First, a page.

Marriage is the ultimate socialization. You take two people who are used to being captain of their own ships, and throw them together in a situation where they have to share a remote control, a bed, possibly a checkbook, a closet, a toilet and a shower (I once knew a woman who said the secret to a happy marriage was separate bathrooms). Now they have to agree about how to spend their money, how cool the room has to be when they're sleeping, and if they're going to watch "American Idol" or "Modern Family." She likes Jane Austen. He likes the Terminator movies. Conflict and compromise is built into absolutely every day of married life.

I'm being glib here, but in all seriousness, the only way to navigate all these small conflicts without becoming a bitter, angry person is to die to yourself, daily. Marriage is much more about submission that personal happiness. (The good news is that as both of you learn submission, you do make each other happy more often.) And someone who knows how to set aside their own desires for someone else is going to be a better member of society. If our culture finally decides that staying married to the same person for the whole of your life is without value -- just have babies and families without even the goal of a lifetime commitment in mind -- we will have lost an incredibly precious institution.

Obviously, this constant confrontation with our spouse and our own selfishness doesn't automatically turn couples into better people. Some people get bitter and fight all the time. Some people retreat to separate corners: they get their own bedrooms, tvs, checkbooks, interests, and they interface as little as possible. They eventually lose intimacy, even though they may stay married for 50 years. These aren't the marriages that inspire awe admiration. But a couple who finds a way to process their conflicts, strengthen one anothers character and still enjoy one anothers company year after year? That's a relationship that people will revere, and a force that will transform our country.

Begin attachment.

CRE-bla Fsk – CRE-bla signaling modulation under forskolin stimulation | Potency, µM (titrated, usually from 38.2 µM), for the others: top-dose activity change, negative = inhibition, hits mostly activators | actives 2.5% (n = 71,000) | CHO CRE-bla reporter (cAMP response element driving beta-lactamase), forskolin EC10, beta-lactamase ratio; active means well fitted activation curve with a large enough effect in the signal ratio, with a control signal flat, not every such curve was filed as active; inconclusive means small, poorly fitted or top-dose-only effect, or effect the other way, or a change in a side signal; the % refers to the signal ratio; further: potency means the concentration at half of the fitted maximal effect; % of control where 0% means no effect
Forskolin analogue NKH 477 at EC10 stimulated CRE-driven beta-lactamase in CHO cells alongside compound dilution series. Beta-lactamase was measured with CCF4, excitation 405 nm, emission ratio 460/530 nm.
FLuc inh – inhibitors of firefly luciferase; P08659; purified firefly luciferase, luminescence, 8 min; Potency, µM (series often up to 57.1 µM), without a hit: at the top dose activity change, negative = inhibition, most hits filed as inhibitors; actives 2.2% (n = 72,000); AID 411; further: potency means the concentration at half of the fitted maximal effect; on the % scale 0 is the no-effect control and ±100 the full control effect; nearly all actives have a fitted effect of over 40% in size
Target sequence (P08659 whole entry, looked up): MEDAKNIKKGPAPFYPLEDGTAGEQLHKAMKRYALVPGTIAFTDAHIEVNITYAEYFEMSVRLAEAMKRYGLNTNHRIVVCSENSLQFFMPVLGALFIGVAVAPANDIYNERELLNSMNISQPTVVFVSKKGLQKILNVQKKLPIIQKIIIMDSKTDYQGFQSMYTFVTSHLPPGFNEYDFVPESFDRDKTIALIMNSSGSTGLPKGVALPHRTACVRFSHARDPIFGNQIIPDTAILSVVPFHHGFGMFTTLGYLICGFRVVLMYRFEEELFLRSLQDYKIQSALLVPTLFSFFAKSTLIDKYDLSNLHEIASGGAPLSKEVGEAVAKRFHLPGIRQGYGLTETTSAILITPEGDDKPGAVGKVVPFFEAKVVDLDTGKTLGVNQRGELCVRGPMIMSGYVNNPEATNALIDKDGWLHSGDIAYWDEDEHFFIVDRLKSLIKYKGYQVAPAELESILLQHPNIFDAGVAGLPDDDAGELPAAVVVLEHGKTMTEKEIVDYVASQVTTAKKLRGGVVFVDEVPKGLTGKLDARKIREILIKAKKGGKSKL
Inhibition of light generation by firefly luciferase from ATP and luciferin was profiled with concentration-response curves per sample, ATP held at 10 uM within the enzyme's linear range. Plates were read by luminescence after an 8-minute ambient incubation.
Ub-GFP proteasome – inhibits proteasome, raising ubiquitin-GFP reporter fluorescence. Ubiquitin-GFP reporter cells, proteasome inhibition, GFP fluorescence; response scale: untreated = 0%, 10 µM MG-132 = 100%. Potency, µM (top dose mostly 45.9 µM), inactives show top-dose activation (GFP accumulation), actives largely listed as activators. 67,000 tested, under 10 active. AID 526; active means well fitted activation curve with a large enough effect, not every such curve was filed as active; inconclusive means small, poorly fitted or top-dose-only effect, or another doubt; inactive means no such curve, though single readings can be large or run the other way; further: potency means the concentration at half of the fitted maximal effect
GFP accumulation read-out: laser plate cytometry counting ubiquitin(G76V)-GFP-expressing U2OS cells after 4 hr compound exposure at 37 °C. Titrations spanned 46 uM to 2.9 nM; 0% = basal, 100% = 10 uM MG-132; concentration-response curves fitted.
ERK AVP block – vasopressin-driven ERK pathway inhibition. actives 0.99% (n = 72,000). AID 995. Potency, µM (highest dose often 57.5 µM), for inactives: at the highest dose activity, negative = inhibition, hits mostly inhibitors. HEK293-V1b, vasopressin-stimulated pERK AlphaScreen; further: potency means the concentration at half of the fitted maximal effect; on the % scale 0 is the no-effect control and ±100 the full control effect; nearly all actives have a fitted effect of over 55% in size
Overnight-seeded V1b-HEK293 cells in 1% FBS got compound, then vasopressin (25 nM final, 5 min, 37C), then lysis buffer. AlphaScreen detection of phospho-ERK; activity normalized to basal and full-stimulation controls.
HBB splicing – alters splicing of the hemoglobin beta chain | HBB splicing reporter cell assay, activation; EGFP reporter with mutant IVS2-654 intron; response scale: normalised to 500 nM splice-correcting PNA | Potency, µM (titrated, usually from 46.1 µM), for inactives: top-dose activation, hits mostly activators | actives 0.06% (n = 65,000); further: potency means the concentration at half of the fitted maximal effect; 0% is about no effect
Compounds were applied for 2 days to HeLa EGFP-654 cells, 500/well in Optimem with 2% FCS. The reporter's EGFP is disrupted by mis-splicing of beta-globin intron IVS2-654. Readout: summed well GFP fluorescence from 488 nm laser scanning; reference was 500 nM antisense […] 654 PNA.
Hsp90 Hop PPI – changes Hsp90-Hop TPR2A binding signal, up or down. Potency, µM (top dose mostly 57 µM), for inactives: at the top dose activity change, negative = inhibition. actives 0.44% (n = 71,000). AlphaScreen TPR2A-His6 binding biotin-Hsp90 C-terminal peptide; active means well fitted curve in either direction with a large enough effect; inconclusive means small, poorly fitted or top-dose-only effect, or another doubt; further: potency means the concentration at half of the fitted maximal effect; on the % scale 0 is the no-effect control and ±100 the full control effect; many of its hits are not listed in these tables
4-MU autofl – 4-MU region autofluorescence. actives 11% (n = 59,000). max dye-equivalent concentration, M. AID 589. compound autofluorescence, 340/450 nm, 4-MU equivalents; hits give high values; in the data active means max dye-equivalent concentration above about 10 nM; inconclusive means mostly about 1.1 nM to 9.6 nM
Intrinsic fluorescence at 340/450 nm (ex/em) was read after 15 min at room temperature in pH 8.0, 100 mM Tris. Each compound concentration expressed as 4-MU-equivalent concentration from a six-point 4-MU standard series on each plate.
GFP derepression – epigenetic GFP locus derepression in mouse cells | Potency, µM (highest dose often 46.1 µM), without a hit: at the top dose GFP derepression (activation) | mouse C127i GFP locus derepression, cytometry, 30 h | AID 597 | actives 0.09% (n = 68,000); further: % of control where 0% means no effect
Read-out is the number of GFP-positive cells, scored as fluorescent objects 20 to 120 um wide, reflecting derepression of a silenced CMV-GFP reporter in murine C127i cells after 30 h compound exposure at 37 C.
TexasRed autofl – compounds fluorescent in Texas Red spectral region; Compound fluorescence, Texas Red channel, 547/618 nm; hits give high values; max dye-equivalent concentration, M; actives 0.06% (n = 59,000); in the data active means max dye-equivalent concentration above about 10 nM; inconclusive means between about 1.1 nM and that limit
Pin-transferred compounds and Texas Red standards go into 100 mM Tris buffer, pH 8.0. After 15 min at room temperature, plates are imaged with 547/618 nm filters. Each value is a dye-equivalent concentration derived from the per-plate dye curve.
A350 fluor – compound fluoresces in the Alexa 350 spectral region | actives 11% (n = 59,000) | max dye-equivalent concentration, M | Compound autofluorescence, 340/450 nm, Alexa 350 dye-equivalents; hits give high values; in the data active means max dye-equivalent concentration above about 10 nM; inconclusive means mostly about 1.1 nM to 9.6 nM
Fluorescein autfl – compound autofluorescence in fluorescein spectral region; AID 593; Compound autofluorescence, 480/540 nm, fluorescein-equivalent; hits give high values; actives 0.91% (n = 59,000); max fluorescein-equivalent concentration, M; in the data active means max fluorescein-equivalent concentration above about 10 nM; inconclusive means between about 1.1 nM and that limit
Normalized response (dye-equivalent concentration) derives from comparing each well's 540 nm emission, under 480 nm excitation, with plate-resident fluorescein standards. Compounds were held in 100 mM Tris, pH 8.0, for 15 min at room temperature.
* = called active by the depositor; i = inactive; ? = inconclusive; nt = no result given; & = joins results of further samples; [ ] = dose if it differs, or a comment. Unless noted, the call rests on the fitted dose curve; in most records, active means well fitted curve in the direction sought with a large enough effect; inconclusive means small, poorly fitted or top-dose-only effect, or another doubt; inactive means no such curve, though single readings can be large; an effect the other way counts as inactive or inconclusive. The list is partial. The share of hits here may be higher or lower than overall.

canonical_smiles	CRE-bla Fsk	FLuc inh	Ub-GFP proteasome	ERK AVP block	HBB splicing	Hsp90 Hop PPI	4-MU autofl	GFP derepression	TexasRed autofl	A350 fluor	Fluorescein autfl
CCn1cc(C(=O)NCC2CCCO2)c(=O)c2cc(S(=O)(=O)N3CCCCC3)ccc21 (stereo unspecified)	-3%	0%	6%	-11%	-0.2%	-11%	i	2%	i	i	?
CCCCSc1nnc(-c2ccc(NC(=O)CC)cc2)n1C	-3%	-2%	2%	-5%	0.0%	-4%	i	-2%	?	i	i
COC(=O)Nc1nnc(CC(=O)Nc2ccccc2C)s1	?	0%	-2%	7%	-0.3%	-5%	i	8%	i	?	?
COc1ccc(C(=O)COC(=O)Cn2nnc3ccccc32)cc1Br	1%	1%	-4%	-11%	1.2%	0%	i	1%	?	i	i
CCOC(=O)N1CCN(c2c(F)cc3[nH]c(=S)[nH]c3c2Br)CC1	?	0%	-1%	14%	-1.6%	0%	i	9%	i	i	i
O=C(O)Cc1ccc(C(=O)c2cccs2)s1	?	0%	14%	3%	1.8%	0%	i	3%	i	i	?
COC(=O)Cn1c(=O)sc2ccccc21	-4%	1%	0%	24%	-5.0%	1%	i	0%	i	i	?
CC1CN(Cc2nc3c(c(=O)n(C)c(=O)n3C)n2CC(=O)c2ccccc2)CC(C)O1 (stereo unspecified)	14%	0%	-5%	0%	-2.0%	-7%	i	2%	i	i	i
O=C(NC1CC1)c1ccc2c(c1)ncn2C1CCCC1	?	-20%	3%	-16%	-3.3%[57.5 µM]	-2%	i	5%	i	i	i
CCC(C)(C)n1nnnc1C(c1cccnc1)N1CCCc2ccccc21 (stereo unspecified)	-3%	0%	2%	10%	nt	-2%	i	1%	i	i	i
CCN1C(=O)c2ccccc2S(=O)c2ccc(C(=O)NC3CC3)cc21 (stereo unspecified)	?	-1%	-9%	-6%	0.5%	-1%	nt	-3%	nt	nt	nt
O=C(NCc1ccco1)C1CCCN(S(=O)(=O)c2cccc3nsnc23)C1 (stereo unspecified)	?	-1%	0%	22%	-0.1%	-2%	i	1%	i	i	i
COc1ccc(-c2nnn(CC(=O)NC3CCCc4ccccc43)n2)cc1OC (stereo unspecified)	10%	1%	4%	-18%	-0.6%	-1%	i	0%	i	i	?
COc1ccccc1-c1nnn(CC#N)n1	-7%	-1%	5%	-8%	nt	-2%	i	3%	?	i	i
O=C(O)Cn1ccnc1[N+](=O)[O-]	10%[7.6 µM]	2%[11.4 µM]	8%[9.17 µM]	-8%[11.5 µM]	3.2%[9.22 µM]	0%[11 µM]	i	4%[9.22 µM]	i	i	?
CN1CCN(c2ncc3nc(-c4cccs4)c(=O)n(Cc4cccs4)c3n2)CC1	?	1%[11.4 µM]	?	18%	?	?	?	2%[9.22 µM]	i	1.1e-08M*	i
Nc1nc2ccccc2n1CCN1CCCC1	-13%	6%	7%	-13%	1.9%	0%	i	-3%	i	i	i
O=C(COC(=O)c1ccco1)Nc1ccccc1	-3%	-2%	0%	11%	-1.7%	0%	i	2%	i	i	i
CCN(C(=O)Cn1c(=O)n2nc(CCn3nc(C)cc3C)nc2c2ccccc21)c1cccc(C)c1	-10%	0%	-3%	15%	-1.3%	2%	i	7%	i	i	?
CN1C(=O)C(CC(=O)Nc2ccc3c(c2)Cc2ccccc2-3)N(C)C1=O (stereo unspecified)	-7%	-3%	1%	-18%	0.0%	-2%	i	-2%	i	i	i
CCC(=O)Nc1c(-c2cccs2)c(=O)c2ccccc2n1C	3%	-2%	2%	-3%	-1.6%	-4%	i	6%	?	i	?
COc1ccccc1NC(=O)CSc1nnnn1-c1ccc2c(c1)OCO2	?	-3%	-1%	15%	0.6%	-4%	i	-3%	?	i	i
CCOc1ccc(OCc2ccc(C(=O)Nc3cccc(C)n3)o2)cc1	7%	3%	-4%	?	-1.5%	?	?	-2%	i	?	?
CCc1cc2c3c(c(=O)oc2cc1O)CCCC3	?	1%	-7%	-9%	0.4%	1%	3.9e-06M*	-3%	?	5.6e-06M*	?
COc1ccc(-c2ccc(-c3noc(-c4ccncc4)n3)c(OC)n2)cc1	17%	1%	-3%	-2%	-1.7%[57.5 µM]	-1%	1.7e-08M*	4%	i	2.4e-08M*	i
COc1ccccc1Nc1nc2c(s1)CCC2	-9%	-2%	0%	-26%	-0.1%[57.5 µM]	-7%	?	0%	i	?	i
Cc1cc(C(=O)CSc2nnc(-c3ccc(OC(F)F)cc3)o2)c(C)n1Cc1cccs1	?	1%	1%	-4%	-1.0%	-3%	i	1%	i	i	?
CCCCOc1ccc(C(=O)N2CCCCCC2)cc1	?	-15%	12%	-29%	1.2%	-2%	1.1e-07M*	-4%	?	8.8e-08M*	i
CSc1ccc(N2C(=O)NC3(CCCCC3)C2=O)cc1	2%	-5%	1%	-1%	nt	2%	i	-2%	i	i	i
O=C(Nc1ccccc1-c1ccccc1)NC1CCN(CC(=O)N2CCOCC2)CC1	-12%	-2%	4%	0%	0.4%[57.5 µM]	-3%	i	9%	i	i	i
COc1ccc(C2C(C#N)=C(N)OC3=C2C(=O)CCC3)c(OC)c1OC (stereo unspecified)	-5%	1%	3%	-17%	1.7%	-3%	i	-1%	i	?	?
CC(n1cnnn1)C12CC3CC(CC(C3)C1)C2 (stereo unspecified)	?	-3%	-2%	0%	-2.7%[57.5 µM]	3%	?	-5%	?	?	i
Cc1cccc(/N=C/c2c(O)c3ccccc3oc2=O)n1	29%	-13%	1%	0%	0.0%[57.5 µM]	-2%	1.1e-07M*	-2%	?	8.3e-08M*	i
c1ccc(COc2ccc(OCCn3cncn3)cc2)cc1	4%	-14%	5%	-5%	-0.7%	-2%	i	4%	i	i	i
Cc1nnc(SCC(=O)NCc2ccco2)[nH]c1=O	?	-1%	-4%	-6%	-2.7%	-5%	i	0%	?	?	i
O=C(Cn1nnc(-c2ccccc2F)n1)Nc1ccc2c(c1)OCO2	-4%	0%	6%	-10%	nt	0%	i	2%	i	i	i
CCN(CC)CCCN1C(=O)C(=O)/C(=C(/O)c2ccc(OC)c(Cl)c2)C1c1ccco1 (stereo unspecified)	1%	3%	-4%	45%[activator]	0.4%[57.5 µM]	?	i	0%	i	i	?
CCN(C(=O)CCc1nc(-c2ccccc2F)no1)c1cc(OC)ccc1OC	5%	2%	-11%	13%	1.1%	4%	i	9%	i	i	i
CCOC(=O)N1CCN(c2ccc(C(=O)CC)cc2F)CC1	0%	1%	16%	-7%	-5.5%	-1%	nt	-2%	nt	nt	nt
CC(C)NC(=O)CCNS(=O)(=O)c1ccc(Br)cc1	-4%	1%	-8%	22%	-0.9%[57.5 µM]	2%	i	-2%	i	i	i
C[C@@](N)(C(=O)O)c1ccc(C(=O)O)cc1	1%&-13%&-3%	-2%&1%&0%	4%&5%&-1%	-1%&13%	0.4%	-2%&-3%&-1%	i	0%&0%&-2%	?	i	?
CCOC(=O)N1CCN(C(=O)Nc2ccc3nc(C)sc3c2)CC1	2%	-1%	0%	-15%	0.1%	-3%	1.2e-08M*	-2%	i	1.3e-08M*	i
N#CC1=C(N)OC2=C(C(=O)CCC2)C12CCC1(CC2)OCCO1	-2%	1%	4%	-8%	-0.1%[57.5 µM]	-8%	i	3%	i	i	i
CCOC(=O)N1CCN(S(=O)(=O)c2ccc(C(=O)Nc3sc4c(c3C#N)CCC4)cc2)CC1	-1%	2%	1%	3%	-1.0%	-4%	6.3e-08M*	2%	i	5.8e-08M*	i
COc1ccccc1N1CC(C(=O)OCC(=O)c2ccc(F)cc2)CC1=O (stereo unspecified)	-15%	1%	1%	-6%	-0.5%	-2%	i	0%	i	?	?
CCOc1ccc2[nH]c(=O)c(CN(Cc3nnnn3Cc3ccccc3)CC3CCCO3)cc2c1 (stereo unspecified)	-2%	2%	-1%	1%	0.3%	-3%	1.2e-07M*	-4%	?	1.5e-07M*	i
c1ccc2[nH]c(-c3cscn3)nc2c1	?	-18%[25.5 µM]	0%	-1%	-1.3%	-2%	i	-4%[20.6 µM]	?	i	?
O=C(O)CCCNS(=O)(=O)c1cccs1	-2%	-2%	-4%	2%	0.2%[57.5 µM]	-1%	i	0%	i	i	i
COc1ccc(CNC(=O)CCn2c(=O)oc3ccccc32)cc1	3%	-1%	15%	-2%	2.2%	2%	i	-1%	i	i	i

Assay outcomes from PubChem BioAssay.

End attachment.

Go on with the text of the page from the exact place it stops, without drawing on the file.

1. It's funny that you write about this because a whole discussion about this very subject just got started on my Facebook page (from which I'm pulling a lot of this). I'm not in my 20's, but I can absolutely be included in that forty percent. Personally I think marriage is, or is at least becoming, an anachronism. I'm not saying I won't meet the woman with whom I will spend the rest of my life, but if I do I'll just spend my life with her. I don't see the point in turning it into a complicated legal process. I also don't see anything wrong with leaving open the option that at some point you can both acknowledge that, even after 20 years or however long it's been, you'd both be happier not being together anymore. I see a lot of married couples staying together purely out of obligation. They made a decision years ago to hitch their wagon to someone for life, so now they *have* to stick it out. Good on them for honoring a commitment, but why make a permanent life decision like that in the first place? So they trudge through it and in those cases, more often than not, they end up hating and resenting each other for the rest of their lives or at best they end up with an amicable roommmate for life. I think it's exceedingly rare for those couple to come out on the other side of it back in love with each other. Bottom line is that it's like getting a tattoo: It may seem like a really good idea now, but that doesn't mean you won't change your mind about it later. But it's permanent so now it's going to take a really long and painful process to undo it.